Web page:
The ACC/AHA noted that transcatheter mitral repair is only recommended for high-risk patients. With regards to secondary MR, ‘guideline-directed medical therapy supervised by a heart failure specialist’ is recommended. Mitral valve surgery is still considered the ideal option for patients with normal left ventricular ejection fraction. The guidelines state that transcatheter mitral repair ‘can be considered’ if LVEF is between 20-50% and other persistent symptoms are present3.
- Mack MJ, Leon MB, Thourani VH, et al. Transcatheter Aortic-Valve Replacement with a Balloon-Expandable Valve in Low-Risk Patients. N Engl J Med 2019;380:1695-705. 10.1056/NEJMoa1814052
- Popma JJ, Deeb GM, Yakubov SJ, et al. Transcatheter Aortic-Valve Replacement with a Self-Expanding Valve in Low-Risk Patients. N Engl J Med 2019;380:1706-15. 10.1056/NEJMoa1816885
- Otto CM, Nishimura RA, Bonow RO, Carabello BA, Erwin III JP, Gentile F, Jneid H, Krieger EV, Mack M, McLeod C, O’Gara PT. 2020 ACC/AHA guideline for the management of patients with valvular heart disease: a report of the American College of Cardiology/American Heart Association Joint Committee on Clinical Practice Guidelines. Journal of the American College of Cardiology. 2021 Feb 2;77(4):e25-197.
- Testa L, Popolo Rubbio A, Casenghi M, et al. Transcatheter mitral valve replacement in the transcatheter aortic valve replacement era. J Am Heart Assoc 2019; 8:e013352.
- Nishimura RA, Vahanian A, Eleid MF, Mack MJ. Mitral valve disease—current management and future challenges. Lancet 2016; 387:1324–1334.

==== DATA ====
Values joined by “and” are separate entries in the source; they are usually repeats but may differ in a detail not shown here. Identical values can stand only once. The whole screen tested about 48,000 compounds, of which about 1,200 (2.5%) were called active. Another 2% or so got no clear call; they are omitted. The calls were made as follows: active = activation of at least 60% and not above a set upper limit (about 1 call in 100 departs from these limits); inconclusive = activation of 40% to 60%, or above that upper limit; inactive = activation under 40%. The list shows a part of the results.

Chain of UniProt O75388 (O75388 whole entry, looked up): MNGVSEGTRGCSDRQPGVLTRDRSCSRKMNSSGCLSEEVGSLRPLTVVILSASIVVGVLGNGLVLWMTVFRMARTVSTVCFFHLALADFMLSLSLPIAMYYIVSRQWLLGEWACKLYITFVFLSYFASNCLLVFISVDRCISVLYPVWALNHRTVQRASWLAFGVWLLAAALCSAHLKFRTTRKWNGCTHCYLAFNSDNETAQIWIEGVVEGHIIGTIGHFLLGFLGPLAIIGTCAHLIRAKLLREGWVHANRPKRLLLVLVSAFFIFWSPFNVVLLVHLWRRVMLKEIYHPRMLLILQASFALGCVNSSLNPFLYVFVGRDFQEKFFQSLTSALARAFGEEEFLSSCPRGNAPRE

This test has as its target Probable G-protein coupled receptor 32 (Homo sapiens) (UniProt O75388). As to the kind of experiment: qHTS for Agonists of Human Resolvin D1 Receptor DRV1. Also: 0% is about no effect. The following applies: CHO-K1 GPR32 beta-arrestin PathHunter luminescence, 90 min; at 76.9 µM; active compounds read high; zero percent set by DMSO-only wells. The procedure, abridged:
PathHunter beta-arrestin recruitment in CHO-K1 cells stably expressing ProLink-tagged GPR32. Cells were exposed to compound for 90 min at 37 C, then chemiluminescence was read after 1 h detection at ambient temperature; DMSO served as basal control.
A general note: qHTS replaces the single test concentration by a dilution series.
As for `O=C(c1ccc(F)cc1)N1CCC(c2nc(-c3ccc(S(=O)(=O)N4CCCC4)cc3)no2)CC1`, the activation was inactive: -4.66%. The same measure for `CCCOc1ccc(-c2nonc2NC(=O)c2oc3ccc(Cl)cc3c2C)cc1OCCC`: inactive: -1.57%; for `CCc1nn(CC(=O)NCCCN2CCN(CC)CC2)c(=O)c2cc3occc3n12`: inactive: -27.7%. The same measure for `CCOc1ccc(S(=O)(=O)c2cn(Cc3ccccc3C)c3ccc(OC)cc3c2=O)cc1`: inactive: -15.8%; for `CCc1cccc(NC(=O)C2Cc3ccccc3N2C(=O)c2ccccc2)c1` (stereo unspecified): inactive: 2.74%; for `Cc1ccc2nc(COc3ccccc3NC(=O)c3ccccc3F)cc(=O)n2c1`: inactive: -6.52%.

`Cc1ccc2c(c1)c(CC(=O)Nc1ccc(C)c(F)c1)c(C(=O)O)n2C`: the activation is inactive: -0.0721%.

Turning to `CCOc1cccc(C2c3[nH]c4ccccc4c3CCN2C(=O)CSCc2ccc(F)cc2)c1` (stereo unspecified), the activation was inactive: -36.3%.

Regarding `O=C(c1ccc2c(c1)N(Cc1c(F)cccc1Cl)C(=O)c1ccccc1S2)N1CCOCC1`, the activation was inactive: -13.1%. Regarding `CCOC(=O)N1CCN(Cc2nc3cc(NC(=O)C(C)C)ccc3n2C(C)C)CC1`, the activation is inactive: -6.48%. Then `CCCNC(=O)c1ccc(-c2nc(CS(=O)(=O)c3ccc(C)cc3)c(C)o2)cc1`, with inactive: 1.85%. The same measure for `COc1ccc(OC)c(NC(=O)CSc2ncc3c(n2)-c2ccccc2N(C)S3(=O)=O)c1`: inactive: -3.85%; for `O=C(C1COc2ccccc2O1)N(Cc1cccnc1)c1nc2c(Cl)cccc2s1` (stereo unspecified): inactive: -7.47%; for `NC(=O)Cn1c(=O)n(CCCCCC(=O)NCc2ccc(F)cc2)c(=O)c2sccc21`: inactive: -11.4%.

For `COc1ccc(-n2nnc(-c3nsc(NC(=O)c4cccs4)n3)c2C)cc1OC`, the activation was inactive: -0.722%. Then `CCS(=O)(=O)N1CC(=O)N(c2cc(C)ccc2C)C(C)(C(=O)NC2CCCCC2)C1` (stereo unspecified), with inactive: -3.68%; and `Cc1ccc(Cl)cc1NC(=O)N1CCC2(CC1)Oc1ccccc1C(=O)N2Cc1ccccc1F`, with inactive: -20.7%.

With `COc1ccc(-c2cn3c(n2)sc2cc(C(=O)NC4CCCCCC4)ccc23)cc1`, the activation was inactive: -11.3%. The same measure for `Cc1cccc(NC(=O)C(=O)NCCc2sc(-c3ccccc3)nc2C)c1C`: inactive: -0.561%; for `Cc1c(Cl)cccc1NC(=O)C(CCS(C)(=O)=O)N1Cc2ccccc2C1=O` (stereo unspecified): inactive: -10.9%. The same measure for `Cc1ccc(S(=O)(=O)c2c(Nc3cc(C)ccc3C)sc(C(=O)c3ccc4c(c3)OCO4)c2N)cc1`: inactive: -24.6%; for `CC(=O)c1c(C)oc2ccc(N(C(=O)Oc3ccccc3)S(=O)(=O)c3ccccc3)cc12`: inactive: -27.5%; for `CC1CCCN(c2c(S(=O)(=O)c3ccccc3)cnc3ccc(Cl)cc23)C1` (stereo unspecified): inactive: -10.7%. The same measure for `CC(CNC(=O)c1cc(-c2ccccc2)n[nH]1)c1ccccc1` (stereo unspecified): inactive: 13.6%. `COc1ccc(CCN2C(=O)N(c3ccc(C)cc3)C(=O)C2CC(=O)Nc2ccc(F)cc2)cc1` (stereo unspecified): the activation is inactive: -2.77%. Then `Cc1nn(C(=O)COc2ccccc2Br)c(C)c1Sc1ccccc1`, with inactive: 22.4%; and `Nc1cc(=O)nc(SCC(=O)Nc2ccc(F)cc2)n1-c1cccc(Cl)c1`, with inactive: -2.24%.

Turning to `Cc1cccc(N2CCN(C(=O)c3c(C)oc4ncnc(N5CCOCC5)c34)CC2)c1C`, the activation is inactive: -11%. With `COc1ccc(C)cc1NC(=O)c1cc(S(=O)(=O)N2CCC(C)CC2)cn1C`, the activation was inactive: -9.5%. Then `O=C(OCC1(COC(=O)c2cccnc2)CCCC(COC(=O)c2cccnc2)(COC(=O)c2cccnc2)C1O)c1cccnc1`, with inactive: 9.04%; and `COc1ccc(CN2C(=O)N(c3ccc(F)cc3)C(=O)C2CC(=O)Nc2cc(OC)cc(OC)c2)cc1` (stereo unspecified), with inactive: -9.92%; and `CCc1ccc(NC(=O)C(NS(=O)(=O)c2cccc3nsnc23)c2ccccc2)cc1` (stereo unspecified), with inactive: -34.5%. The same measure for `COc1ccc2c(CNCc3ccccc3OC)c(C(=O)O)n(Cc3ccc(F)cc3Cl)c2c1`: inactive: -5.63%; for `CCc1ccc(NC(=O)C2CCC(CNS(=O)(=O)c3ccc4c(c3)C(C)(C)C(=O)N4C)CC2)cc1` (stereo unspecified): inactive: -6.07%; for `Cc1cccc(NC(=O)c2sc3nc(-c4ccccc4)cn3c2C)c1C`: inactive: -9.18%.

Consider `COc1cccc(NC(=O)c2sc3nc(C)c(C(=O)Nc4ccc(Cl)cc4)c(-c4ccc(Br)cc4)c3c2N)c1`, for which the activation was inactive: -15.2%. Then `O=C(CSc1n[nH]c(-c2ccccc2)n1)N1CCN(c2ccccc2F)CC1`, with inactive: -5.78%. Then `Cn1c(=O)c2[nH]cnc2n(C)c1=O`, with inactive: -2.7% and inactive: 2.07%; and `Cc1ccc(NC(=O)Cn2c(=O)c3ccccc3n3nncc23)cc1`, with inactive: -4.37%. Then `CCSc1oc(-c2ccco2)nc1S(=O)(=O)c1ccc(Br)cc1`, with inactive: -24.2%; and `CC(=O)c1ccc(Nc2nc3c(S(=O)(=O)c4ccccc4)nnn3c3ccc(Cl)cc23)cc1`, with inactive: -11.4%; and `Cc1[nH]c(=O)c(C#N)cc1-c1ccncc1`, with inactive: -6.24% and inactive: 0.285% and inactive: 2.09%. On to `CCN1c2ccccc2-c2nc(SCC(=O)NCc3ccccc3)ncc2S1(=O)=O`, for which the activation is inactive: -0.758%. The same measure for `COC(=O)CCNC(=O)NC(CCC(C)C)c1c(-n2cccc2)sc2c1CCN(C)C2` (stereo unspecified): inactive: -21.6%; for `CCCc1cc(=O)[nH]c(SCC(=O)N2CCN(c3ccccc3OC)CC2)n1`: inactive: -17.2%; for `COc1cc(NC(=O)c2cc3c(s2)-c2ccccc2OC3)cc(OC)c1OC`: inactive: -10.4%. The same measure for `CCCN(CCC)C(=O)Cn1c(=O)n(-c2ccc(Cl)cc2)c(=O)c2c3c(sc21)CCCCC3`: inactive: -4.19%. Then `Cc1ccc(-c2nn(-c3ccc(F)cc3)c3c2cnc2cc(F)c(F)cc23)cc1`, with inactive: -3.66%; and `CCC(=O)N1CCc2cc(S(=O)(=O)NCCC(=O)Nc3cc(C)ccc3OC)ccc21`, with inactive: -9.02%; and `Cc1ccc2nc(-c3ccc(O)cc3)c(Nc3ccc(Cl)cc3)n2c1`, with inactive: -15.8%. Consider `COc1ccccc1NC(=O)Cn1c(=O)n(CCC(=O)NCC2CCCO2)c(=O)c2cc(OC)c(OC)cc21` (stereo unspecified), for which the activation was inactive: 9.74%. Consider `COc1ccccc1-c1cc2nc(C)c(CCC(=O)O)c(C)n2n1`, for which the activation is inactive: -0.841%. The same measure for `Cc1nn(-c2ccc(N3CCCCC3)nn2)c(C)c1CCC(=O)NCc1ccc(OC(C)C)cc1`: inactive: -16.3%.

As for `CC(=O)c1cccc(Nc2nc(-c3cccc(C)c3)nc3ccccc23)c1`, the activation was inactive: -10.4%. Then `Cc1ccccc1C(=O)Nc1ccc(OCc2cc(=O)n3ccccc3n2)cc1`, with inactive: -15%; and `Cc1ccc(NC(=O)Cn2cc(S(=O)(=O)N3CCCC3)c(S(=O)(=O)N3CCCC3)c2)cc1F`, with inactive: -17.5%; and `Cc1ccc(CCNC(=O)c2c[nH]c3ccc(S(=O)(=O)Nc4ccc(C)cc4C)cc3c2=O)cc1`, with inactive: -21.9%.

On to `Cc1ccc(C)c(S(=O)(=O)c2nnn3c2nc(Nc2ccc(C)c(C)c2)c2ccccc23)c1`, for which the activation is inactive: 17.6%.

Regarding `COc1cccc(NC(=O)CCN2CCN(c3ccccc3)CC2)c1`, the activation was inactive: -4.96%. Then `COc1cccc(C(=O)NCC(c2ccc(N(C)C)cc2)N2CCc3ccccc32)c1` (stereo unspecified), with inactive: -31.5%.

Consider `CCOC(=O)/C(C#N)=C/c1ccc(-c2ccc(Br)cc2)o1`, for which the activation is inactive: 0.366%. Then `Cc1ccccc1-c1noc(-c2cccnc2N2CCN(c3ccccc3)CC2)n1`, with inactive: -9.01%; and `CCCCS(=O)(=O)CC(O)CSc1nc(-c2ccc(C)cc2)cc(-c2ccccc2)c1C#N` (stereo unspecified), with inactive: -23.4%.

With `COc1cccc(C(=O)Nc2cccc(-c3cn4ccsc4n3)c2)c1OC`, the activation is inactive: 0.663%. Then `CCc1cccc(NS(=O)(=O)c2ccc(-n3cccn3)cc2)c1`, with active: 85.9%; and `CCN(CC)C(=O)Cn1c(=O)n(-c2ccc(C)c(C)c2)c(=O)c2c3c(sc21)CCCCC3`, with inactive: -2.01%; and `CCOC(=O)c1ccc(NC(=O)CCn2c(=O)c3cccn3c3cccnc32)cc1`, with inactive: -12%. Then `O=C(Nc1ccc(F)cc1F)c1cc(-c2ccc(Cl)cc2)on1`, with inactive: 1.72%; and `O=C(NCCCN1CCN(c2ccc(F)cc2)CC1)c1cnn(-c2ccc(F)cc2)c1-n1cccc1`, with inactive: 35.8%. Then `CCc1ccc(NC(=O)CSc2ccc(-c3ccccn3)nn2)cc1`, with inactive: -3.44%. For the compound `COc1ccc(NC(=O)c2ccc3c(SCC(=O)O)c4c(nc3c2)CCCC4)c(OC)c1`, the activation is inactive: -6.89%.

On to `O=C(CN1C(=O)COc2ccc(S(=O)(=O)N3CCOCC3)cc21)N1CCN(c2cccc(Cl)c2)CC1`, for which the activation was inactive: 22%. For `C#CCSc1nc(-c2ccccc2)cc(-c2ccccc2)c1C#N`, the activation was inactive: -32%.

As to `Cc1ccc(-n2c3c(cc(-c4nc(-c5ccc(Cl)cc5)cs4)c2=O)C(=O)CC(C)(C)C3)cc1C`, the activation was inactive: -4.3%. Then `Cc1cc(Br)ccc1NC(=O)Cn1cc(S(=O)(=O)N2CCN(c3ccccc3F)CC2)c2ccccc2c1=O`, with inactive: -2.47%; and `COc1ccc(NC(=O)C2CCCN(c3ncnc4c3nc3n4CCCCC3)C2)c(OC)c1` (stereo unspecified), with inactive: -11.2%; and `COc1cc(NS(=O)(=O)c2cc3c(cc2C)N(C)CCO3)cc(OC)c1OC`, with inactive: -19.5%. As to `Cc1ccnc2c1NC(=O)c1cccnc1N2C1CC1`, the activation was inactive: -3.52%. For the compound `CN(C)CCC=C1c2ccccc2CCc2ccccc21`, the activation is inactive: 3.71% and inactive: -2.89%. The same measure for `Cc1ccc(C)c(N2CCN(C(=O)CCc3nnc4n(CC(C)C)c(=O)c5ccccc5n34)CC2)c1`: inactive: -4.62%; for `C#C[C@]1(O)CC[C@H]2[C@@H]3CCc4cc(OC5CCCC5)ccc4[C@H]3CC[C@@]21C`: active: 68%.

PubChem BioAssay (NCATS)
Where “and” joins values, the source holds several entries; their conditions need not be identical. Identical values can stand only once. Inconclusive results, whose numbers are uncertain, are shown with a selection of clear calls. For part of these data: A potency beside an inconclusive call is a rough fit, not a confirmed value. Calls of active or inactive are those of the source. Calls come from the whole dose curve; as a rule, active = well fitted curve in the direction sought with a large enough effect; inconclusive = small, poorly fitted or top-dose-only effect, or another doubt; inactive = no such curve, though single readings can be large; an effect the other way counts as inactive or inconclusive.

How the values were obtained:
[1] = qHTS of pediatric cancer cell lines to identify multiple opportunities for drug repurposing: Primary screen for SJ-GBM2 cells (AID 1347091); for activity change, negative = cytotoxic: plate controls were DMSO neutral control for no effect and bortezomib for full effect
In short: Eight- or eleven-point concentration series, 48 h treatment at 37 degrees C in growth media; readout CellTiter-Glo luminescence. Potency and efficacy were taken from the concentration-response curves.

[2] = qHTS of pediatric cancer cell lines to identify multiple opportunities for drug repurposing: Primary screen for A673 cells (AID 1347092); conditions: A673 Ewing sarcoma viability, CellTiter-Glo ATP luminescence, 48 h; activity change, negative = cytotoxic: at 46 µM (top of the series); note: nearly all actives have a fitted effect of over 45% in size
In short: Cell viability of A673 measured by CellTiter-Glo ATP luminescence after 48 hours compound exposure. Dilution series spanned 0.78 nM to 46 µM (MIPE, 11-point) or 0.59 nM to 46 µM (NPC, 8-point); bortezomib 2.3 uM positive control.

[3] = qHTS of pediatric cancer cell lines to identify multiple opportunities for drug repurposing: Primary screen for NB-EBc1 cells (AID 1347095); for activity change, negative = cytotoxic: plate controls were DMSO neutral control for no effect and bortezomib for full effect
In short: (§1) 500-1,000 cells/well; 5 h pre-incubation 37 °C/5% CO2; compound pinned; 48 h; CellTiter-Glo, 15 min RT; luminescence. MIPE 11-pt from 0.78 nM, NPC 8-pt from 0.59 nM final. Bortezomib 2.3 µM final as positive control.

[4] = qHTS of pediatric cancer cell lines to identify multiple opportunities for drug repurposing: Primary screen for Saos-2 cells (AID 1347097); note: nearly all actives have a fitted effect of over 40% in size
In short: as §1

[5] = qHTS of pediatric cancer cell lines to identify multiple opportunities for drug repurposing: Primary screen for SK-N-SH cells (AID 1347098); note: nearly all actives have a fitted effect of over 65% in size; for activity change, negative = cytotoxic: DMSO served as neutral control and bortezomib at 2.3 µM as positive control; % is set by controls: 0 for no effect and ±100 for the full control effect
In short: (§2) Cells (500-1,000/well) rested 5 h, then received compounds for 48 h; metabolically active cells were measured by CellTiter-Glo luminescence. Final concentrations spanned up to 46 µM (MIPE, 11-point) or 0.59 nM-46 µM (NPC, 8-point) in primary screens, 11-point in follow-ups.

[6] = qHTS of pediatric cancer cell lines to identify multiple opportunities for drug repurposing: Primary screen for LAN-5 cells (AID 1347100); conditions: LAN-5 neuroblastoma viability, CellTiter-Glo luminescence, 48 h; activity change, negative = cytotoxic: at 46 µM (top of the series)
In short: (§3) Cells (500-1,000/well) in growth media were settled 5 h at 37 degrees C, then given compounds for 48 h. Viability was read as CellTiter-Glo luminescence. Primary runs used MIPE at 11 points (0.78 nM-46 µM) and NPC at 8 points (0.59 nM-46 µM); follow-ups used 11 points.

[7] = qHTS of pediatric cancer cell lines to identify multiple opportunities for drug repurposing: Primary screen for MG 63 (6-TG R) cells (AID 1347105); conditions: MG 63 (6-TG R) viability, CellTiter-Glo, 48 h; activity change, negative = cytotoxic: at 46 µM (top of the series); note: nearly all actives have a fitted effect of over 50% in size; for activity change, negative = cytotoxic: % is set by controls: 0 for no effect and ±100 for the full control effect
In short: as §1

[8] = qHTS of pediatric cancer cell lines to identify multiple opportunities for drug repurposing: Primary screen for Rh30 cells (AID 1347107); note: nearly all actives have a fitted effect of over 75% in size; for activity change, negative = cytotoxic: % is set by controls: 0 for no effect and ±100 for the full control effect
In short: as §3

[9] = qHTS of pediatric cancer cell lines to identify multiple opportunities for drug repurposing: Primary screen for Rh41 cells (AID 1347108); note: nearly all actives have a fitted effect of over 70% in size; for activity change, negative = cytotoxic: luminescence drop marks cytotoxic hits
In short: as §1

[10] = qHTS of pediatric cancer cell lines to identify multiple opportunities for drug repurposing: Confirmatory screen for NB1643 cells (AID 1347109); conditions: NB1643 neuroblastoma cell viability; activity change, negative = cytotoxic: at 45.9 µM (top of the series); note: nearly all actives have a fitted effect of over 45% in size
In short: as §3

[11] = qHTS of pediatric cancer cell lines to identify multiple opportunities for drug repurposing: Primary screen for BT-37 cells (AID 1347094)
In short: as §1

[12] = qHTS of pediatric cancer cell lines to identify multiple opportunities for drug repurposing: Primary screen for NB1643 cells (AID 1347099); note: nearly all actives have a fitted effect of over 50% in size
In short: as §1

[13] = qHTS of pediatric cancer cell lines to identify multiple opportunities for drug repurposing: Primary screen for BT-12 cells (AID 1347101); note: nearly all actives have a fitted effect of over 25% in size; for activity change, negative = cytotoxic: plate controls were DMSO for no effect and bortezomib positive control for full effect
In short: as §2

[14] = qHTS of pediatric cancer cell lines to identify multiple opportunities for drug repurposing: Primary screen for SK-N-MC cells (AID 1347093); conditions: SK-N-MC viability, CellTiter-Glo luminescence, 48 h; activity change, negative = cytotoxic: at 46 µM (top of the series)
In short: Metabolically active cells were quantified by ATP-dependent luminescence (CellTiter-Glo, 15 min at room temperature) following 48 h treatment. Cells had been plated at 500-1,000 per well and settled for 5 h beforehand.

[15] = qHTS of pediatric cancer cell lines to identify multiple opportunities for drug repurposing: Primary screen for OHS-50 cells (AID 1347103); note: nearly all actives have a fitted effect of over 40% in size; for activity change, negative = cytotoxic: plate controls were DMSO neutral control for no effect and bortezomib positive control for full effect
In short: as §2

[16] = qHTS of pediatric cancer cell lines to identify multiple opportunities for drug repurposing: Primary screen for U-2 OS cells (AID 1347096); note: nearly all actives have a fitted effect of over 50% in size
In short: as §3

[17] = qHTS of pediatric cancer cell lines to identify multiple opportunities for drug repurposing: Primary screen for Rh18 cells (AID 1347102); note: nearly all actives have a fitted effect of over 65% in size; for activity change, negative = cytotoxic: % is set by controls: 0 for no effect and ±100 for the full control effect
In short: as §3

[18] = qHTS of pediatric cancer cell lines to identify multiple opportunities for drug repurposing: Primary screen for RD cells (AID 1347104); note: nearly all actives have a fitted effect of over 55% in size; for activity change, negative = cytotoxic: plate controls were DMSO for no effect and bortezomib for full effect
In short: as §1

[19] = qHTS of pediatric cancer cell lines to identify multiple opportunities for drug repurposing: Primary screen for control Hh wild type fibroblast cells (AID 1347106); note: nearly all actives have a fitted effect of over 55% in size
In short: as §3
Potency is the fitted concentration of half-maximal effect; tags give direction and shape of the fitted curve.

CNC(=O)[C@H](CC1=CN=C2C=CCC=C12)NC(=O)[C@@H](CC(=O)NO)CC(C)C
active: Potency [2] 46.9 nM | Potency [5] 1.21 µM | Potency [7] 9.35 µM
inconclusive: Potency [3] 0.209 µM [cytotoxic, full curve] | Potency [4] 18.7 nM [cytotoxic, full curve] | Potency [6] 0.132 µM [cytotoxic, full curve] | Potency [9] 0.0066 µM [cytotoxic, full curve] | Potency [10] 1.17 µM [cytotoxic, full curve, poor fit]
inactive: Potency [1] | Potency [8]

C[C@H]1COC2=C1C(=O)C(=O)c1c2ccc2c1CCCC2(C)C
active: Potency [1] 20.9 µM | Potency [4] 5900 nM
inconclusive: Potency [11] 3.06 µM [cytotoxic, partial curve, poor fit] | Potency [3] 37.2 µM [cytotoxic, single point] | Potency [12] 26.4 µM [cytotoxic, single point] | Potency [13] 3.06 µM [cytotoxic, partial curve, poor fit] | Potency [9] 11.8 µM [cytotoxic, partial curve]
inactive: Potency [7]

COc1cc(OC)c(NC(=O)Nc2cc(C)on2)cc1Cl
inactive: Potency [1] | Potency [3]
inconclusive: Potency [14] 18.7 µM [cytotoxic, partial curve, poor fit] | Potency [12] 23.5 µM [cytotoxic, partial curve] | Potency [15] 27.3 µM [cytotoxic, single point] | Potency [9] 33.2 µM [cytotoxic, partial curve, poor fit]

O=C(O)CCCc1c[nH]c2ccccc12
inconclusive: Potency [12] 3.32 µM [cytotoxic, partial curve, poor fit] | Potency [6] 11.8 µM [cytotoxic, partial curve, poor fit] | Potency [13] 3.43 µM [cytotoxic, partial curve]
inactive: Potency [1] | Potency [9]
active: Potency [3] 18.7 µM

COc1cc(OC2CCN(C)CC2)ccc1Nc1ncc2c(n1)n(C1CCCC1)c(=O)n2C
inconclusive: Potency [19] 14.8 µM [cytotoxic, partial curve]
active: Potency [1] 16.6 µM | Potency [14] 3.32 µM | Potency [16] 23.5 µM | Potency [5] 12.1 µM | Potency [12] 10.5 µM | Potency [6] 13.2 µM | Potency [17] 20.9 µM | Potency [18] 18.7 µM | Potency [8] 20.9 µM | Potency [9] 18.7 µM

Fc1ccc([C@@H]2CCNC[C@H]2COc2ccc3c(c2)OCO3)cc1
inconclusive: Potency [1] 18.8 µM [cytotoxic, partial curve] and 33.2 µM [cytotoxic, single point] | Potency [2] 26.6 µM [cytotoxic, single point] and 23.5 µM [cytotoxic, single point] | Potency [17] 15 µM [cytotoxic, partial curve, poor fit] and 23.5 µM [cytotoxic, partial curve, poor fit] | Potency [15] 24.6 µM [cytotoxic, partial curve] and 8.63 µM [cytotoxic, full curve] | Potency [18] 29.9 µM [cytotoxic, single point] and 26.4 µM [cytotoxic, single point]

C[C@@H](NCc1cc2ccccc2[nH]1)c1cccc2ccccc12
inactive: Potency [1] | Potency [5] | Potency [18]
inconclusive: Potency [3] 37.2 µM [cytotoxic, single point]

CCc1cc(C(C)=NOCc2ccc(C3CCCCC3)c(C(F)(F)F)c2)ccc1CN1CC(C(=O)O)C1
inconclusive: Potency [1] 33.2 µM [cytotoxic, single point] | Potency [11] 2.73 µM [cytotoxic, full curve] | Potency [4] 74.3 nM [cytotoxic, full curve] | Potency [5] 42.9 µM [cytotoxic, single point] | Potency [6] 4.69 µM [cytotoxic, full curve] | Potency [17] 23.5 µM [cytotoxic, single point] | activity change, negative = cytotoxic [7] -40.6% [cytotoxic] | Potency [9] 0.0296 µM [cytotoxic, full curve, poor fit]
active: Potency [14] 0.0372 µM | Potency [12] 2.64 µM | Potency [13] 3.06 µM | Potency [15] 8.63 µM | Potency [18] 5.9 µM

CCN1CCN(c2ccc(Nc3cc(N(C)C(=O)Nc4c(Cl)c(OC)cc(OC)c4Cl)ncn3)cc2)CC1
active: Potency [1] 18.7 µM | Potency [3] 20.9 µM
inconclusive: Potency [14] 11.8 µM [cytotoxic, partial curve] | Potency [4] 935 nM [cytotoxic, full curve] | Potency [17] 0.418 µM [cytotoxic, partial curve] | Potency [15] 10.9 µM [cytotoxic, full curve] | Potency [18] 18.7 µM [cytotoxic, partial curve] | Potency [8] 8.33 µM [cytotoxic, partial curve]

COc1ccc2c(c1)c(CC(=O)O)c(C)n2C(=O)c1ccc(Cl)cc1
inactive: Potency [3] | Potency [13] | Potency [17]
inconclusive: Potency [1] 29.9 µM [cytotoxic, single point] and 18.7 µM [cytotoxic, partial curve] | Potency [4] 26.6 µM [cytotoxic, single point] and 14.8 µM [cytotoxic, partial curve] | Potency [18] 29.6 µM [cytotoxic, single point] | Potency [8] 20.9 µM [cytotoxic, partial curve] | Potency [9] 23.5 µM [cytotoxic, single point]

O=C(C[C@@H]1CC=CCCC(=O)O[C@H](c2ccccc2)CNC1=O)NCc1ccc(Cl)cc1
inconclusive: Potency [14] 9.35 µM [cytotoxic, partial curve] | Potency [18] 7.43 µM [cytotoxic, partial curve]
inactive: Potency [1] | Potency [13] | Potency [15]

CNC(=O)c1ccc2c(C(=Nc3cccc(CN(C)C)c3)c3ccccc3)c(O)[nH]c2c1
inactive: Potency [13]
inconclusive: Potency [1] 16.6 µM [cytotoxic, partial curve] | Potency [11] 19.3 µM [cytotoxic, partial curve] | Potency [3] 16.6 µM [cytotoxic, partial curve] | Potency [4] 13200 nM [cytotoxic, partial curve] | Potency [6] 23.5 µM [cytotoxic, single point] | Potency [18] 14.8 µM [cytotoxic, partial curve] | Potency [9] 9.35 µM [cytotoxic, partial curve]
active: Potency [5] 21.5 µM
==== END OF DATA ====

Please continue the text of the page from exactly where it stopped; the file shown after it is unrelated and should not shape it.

- Wu S, Chai A, Arimie S, et al. Incidence and treatment of severe primary mitral regurgitation in contemporary clinical practice. Cardiovasc Revasc Med 2018; 19:960–963.
- Mirabel M, Iung B, Baron G, et al. What are the characteristics of patients with severe, symptomatic, mitral regurgitation who are denied surgery? Eur Heart J 2007; 28:1358–1365.
- Stone GW, Lindenfeld J, Abraham WT, et al. Transcatheter mitral-valve repair in patients with heart failure. N Engl J Med 2018; 379:2307–2318.
- Obadia J, Messika-Zeitoun D, Leurent G, et al. Percutaneous repair or medical treatment for secondary mitral regurgitation. N Engl J Med 2018; 379:2297–2306.
- 2020 FDA approves new indication for valve repair device to treat certain heart failure patients with mitral regurgitation. https://www.fda.gov/news-events/press-announcements/fda-approves-new-indication-valve-repair-device-treat-certain-heart-failure-patients-mitral. [Accessed Feb 2021]
- Kang JJ, Bozso SJ, El-Andari R, Adams C, Nagendran J. Transcatheter mitral valve repair and replacement: the next frontier of transcatheter valve intervention. Current Opinion in Cardiology. 2021 Mar 1;36(2):163-71.